To a girl or a boy alone, know that you have a people, with their own histories, their own stories, their own mysteries, their own adversaries, their own victories, their own jewelries, their own galleries, their own sceneries, their own groceries, their own factories, their own sanctuaries, their own vocabularies, their own stationeries, their own missionaries, their own legionaries and their own visionaries. Even when you feel alone, know that you can always begin again with your own history.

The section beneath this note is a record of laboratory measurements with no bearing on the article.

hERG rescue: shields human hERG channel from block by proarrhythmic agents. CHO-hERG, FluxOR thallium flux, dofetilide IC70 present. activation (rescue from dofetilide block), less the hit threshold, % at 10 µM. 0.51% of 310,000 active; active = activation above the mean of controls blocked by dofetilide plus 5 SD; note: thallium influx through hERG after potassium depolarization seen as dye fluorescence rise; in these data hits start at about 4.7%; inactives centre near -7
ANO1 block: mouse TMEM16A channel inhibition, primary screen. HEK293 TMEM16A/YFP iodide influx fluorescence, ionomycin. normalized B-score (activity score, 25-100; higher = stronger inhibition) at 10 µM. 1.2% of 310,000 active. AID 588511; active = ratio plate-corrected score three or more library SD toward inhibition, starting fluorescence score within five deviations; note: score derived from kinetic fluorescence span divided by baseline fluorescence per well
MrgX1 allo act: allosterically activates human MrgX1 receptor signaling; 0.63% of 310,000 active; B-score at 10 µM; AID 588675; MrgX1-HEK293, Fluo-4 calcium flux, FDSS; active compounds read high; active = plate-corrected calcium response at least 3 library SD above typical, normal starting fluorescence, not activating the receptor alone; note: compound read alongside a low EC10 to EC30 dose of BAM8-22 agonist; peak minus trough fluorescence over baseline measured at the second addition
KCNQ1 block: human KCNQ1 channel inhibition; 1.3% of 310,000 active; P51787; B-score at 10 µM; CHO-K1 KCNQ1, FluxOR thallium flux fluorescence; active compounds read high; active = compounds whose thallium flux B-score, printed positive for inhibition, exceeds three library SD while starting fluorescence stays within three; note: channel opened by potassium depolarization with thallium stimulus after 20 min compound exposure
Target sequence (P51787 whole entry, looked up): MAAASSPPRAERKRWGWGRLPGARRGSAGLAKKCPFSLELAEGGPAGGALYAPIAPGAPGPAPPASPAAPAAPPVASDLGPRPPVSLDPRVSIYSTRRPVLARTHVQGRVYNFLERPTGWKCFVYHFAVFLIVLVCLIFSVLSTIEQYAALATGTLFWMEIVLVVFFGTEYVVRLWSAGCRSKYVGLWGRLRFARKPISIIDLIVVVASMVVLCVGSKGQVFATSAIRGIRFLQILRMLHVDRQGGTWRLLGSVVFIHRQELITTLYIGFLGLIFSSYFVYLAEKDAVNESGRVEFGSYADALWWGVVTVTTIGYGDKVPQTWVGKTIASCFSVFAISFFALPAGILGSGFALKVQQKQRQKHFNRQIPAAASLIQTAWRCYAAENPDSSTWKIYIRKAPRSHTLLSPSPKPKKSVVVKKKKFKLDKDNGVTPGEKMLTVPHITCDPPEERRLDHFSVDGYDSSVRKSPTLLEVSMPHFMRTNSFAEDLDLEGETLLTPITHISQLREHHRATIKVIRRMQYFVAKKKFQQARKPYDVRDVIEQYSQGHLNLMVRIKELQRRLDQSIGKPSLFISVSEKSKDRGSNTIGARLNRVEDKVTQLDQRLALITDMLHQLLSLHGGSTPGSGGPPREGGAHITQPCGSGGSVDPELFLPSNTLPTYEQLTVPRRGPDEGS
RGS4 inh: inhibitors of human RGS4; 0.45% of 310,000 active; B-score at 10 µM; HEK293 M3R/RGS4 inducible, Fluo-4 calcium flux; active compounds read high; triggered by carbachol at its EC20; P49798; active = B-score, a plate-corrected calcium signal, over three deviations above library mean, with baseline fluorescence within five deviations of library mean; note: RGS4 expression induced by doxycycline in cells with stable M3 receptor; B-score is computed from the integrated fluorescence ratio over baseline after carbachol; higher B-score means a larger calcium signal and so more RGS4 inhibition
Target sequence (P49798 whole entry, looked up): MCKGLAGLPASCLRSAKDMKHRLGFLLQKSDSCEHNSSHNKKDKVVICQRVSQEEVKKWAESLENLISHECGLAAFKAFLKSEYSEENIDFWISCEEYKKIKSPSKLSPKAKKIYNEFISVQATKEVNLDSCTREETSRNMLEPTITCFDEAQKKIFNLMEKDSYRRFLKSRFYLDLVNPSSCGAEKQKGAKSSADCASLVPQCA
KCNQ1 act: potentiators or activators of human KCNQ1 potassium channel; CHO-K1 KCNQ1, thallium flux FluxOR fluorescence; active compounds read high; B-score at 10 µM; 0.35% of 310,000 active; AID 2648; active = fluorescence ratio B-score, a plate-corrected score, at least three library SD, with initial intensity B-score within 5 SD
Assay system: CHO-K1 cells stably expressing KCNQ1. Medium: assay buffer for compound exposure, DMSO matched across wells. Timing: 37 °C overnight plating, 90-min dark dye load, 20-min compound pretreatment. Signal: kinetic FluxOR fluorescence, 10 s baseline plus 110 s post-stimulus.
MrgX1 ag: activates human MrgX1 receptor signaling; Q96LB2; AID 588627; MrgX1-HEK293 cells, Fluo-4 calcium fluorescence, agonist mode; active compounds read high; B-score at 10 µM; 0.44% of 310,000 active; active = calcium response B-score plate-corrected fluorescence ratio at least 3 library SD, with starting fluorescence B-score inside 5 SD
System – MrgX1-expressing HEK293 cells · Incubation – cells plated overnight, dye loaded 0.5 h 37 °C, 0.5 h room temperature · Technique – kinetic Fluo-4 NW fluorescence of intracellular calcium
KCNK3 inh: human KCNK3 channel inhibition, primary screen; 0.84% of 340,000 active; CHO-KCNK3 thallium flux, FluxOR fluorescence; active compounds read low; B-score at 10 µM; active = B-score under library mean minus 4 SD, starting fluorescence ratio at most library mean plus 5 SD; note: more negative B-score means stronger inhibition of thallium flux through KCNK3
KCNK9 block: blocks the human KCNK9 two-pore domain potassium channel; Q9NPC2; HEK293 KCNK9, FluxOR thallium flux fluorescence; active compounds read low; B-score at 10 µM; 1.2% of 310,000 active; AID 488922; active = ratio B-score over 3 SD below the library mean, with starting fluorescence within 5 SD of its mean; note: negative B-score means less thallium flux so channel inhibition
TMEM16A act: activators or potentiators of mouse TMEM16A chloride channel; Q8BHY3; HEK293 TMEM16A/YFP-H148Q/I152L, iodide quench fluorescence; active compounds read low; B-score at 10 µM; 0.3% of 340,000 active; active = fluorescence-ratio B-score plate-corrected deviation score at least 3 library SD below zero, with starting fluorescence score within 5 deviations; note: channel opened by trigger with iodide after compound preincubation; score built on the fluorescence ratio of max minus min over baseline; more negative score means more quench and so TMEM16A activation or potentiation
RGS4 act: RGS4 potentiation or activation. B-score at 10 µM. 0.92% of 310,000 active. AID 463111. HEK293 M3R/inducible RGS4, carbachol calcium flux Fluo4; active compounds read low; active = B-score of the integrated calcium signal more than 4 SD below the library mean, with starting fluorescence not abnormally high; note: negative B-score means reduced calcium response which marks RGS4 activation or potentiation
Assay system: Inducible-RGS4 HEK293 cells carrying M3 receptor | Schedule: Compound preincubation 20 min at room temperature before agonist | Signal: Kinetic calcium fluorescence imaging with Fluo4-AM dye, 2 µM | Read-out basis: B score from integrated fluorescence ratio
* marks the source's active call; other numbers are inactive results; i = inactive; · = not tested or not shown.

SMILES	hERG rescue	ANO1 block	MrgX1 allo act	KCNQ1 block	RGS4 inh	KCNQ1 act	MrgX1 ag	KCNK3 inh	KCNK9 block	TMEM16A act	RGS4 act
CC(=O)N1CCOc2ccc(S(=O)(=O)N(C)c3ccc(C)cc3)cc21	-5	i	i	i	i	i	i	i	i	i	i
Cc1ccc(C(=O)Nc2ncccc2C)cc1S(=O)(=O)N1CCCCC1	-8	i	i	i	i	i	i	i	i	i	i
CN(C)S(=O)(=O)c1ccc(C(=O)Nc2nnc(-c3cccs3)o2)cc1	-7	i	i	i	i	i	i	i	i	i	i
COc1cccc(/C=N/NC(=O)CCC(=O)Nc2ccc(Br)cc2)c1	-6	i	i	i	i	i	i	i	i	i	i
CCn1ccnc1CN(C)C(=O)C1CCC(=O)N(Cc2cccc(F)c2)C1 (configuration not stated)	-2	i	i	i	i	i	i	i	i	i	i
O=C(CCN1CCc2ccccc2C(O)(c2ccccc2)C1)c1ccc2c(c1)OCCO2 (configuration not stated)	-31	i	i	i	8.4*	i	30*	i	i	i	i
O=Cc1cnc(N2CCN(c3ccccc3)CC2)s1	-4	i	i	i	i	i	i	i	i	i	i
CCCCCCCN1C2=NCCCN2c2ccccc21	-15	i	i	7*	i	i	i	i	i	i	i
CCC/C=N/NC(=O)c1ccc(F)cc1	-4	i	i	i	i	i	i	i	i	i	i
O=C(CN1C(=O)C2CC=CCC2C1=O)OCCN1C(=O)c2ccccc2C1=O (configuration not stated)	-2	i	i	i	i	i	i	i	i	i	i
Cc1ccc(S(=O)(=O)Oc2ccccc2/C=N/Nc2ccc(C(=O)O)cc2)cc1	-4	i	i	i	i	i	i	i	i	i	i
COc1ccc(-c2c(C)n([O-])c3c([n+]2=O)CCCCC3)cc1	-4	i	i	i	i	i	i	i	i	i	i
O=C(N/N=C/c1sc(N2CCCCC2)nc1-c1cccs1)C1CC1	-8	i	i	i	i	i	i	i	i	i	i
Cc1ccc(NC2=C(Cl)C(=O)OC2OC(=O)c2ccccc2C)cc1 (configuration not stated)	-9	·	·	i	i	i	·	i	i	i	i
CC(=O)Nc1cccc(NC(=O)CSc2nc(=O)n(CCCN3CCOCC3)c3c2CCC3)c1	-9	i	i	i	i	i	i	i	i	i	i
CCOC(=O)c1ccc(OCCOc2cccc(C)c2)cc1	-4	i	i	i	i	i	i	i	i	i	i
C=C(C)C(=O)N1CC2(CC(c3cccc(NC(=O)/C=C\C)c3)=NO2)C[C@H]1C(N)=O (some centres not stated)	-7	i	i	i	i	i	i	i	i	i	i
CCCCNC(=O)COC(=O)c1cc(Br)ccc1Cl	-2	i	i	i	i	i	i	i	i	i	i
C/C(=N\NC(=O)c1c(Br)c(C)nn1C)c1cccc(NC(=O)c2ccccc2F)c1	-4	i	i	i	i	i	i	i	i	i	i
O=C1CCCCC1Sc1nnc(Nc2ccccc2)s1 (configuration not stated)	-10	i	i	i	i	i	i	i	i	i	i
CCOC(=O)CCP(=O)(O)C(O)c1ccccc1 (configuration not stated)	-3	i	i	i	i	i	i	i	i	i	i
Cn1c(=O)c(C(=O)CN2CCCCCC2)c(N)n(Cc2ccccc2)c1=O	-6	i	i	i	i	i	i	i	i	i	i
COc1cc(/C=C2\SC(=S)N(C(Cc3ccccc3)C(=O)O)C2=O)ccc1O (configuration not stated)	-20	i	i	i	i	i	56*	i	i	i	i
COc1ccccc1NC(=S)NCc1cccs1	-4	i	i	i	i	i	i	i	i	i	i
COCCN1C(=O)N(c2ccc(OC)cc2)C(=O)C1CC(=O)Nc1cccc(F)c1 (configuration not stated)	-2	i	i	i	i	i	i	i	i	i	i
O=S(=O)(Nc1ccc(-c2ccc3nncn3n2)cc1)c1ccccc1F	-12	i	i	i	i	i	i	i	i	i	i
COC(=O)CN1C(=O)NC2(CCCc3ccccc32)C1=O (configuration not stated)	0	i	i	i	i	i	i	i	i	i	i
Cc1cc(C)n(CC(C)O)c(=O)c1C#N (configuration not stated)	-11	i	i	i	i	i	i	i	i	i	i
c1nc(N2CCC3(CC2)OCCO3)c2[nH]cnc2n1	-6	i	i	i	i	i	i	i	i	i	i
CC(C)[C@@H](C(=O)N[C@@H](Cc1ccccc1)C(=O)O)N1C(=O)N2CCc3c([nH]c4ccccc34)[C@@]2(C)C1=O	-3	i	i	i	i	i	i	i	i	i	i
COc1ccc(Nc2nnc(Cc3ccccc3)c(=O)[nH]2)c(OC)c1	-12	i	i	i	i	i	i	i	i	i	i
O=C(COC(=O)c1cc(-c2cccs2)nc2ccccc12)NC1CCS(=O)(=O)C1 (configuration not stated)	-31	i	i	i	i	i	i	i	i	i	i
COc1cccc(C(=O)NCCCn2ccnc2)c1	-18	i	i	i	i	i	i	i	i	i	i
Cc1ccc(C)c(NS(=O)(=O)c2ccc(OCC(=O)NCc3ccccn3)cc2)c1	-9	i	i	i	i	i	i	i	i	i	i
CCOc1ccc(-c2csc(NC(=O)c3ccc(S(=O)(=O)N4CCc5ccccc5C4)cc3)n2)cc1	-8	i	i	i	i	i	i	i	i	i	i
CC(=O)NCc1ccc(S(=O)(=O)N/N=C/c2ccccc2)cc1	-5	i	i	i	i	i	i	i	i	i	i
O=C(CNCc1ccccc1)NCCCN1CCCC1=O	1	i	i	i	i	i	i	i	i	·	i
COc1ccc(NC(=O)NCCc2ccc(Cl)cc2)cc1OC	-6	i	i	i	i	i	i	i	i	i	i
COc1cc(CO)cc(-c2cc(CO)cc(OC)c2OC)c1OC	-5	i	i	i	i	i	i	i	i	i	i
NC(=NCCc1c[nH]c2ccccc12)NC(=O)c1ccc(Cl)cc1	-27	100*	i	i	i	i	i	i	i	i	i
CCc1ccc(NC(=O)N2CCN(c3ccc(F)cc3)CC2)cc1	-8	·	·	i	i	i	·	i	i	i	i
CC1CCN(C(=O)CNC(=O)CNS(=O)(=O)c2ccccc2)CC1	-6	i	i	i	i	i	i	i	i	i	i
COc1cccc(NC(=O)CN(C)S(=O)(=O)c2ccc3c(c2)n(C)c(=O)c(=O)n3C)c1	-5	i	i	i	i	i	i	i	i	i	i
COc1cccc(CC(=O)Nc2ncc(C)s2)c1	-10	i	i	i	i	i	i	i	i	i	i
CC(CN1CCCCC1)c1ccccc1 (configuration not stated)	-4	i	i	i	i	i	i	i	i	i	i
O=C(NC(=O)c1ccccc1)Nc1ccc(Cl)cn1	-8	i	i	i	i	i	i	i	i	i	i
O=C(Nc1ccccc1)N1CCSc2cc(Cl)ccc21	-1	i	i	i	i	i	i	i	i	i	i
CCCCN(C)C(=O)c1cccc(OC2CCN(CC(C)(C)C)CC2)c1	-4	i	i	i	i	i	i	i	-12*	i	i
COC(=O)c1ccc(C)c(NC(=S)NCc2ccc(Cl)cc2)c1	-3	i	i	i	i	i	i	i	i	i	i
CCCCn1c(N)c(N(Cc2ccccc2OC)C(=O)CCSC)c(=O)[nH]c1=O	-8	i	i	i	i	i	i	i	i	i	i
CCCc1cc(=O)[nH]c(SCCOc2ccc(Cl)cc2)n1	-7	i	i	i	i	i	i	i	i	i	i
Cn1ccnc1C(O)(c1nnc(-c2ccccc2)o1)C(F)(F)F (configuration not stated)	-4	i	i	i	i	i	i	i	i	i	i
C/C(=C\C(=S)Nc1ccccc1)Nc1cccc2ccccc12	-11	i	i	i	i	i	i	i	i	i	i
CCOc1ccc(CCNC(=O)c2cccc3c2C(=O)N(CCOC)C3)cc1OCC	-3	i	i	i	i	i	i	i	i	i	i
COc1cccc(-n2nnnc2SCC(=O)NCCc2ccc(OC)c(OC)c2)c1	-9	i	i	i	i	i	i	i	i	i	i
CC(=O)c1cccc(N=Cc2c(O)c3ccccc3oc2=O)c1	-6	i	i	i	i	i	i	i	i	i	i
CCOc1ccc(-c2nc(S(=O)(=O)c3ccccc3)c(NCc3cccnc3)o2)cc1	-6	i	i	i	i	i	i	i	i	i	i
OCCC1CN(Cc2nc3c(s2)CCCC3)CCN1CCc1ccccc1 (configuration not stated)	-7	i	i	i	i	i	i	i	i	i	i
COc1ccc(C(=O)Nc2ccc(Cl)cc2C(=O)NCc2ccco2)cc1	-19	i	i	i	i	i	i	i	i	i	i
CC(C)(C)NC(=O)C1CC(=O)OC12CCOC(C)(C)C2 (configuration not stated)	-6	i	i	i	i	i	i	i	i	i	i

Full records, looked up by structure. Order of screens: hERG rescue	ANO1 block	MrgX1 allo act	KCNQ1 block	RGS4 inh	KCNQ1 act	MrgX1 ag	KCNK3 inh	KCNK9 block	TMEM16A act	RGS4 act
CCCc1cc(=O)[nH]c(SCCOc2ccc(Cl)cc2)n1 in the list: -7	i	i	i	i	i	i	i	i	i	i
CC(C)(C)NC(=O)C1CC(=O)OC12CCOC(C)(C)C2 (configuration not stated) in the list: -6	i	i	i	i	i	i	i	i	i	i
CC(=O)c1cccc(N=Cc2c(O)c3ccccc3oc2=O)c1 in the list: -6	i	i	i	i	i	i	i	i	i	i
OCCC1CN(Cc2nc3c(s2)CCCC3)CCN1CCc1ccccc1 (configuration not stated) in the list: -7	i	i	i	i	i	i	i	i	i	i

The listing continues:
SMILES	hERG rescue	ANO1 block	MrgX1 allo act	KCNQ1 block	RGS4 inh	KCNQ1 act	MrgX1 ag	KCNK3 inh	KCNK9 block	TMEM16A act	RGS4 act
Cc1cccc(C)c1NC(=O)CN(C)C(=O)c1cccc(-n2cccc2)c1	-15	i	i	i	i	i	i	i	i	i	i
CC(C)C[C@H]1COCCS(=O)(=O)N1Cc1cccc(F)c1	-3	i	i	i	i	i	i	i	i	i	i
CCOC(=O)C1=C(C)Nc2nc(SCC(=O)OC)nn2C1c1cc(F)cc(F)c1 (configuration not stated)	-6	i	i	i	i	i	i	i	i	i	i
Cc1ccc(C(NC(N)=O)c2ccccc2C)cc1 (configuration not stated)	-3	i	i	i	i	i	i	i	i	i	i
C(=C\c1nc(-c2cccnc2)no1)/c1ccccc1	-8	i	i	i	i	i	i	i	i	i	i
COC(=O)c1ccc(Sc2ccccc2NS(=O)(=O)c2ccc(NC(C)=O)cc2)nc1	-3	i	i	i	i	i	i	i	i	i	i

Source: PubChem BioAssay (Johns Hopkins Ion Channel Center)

I saw first hand, the power of never forgetting your history during our stay in Nigeria. It was at my husband’s mother’s home and I was mesmerized by the histories that remained within the home. For example, we came across a wooden stool, probably over 100 years and in close to pristine condition. The stool had a language of its own, with a history of its own still waiting to be told by generations that follow. I asked as much questions I could ask about it, took pictures to preserve our meeting together and that’s when it dawned on me, that I am never alone. Not when I have a history of my own, with stories and mysteries of my own. I wanted to know who made the stool and why. Who used it and for what occasion. I also had questions about the carvings, it’s four legs, the striking lines at the bottom, and the markings across the top. Here was a stool, in it’s own room, it’s own house, it’s own language that still conveys a message of it own, all while built with hands long gone. Even though all that is left is this image, the mere presence of the stool, is a reminder that our existence, our history matters. Keep it all.